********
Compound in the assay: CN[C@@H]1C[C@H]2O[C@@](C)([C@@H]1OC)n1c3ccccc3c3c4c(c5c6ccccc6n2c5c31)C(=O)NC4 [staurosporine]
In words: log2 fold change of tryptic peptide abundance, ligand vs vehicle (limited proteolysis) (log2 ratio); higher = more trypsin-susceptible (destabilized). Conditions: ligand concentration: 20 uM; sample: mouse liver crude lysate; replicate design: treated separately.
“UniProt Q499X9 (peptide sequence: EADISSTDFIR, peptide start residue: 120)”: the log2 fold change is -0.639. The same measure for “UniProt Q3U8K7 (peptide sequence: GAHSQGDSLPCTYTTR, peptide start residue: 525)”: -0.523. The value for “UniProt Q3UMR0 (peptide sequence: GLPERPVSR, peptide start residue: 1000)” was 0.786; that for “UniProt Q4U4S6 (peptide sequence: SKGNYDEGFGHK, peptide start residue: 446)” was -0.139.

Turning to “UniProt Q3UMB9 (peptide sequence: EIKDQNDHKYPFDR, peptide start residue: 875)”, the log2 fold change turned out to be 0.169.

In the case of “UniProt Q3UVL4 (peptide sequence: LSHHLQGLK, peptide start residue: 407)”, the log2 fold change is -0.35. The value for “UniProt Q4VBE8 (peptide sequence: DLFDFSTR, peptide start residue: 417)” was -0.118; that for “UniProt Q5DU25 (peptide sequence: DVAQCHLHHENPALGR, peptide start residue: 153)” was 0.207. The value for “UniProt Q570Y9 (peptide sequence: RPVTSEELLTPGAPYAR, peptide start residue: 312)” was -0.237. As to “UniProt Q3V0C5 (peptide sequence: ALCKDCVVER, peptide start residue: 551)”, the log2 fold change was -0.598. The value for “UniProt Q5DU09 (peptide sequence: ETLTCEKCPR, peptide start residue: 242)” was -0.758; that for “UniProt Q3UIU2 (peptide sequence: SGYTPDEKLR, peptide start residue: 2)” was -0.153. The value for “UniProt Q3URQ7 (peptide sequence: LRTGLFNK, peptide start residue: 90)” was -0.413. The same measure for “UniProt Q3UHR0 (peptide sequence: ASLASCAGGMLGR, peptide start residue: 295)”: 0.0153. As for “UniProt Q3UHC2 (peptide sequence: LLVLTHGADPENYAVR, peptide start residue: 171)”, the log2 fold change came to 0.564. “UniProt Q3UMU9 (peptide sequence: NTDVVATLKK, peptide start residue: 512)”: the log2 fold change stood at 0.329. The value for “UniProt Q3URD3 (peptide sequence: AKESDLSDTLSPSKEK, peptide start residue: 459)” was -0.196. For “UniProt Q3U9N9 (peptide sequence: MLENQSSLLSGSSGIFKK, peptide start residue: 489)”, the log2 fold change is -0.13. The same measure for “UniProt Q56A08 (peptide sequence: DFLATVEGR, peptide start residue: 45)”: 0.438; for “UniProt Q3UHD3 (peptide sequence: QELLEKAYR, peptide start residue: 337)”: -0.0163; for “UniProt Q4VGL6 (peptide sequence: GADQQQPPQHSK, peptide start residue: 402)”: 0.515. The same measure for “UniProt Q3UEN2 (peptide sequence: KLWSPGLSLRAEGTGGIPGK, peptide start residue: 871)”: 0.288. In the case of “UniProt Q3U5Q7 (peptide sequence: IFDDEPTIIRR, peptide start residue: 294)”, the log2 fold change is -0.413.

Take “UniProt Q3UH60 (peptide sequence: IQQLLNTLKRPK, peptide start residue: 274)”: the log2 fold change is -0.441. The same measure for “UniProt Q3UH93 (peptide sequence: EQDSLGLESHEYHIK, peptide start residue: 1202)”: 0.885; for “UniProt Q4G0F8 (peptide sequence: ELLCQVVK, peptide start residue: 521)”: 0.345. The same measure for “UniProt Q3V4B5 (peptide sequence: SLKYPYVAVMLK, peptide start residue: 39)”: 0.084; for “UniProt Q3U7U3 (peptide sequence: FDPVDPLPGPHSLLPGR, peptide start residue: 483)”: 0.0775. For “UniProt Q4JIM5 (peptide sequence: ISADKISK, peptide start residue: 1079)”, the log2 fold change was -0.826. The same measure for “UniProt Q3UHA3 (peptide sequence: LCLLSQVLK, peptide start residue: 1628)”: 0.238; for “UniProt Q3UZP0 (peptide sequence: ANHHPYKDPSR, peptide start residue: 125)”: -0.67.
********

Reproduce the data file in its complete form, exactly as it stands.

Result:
Compound in the assay: CN[C@@H]1C[C@H]2O[C@@](C)([C@@H]1OC)n1c3ccccc3c3c4c(c5c6ccccc6n2c5c31)C(=O)NC4 [staurosporine]
In words: log2 fold change of tryptic peptide abundance, ligand vs vehicle (limited proteolysis) (log2 ratio); higher = more trypsin-susceptible (destabilized). Conditions: ligand concentration: 20 uM; sample: mouse liver crude lysate; replicate design: treated separately.
“UniProt Q499X9 (peptide sequence: EADISSTDFIR, peptide start residue: 120)”: the log2 fold change is -0.639. The same measure for “UniProt Q3U8K7 (peptide sequence: GAHSQGDSLPCTYTTR, peptide start residue: 525)”: -0.523. The value for “UniProt Q3UMR0 (peptide sequence: GLPERPVSR, peptide start residue: 1000)” was 0.786; that for “UniProt Q4U4S6 (peptide sequence: SKGNYDEGFGHK, peptide start residue: 446)” was -0.139.

Turning to “UniProt Q3UMB9 (peptide sequence: EIKDQNDHKYPFDR, peptide start residue: 875)”, the log2 fold change turned out to be 0.169.

In the case of “UniProt Q3UVL4 (peptide sequence: LSHHLQGLK, peptide start residue: 407)”, the log2 fold change is -0.35. The value for “UniProt Q4VBE8 (peptide sequence: DLFDFSTR, peptide start residue: 417)” was -0.118; that for “UniProt Q5DU25 (peptide sequence: DVAQCHLHHENPALGR, peptide start residue: 153)” was 0.207. The value for “UniProt Q570Y9 (peptide sequence: RPVTSEELLTPGAPYAR, peptide start residue: 312)” was -0.237. As to “UniProt Q3V0C5 (peptide sequence: ALCKDCVVER, peptide start residue: 551)”, the log2 fold change was -0.598. The value for “UniProt Q5DU09 (peptide sequence: ETLTCEKCPR, peptide start residue: 242)” was -0.758; that for “UniProt Q3UIU2 (peptide sequence: SGYTPDEKLR, peptide start residue: 2)” was -0.153. The value for “UniProt Q3URQ7 (peptide sequence: LRTGLFNK, peptide start residue: 90)” was -0.413. The same measure for “UniProt Q3UHR0 (peptide sequence: ASLASCAGGMLGR, peptide start residue: 295)”: 0.0153. As for “UniProt Q3UHC2 (peptide sequence: LLVLTHGADPENYAVR, peptide start residue: 171)”, the log2 fold change came to 0.564. “UniProt Q3UMU9 (peptide sequence: NTDVVATLKK, peptide start residue: 512)”: the log2 fold change stood at 0.329. The value for “UniProt Q3URD3 (peptide sequence: AKESDLSDTLSPSKEK, peptide start residue: 459)” was -0.196. For “UniProt Q3U9N9 (peptide sequence: MLENQSSLLSGSSGIFKK, peptide start residue: 489)”, the log2 fold change is -0.13. The same measure for “UniProt Q56A08 (peptide sequence: DFLATVEGR, peptide start residue: 45)”: 0.438; for “UniProt Q3UHD3 (peptide sequence: QELLEKAYR, peptide start residue: 337)”: -0.0163; for “UniProt Q4VGL6 (peptide sequence: GADQQQPPQHSK, peptide start residue: 402)”: 0.515. The same measure for “UniProt Q3UEN2 (peptide sequence: KLWSPGLSLRAEGTGGIPGK, peptide start residue: 871)”: 0.288. In the case of “UniProt Q3U5Q7 (peptide sequence: IFDDEPTIIRR, peptide start residue: 294)”, the log2 fold change is -0.413.

Take “UniProt Q3UH60 (peptide sequence: IQQLLNTLKRPK, peptide start residue: 274)”: the log2 fold change is -0.441. The same measure for “UniProt Q3UH93 (peptide sequence: EQDSLGLESHEYHIK, peptide start residue: 1202)”: 0.885; for “UniProt Q4G0F8 (peptide sequence: ELLCQVVK, peptide start residue: 521)”: 0.345. The same measure for “UniProt Q3V4B5 (peptide sequence: SLKYPYVAVMLK, peptide start residue: 39)”: 0.084; for “UniProt Q3U7U3 (peptide sequence: FDPVDPLPGPHSLLPGR, peptide start residue: 483)”: 0.0775. For “UniProt Q4JIM5 (peptide sequence: ISADKISK, peptide start residue: 1079)”, the log2 fold change was -0.826. The same measure for “UniProt Q3UHA3 (peptide sequence: LCLLSQVLK, peptide start residue: 1628)”: 0.238; for “UniProt Q3UZP0 (peptide sequence: ANHHPYKDPSR, peptide start residue: 125)”: -0.67.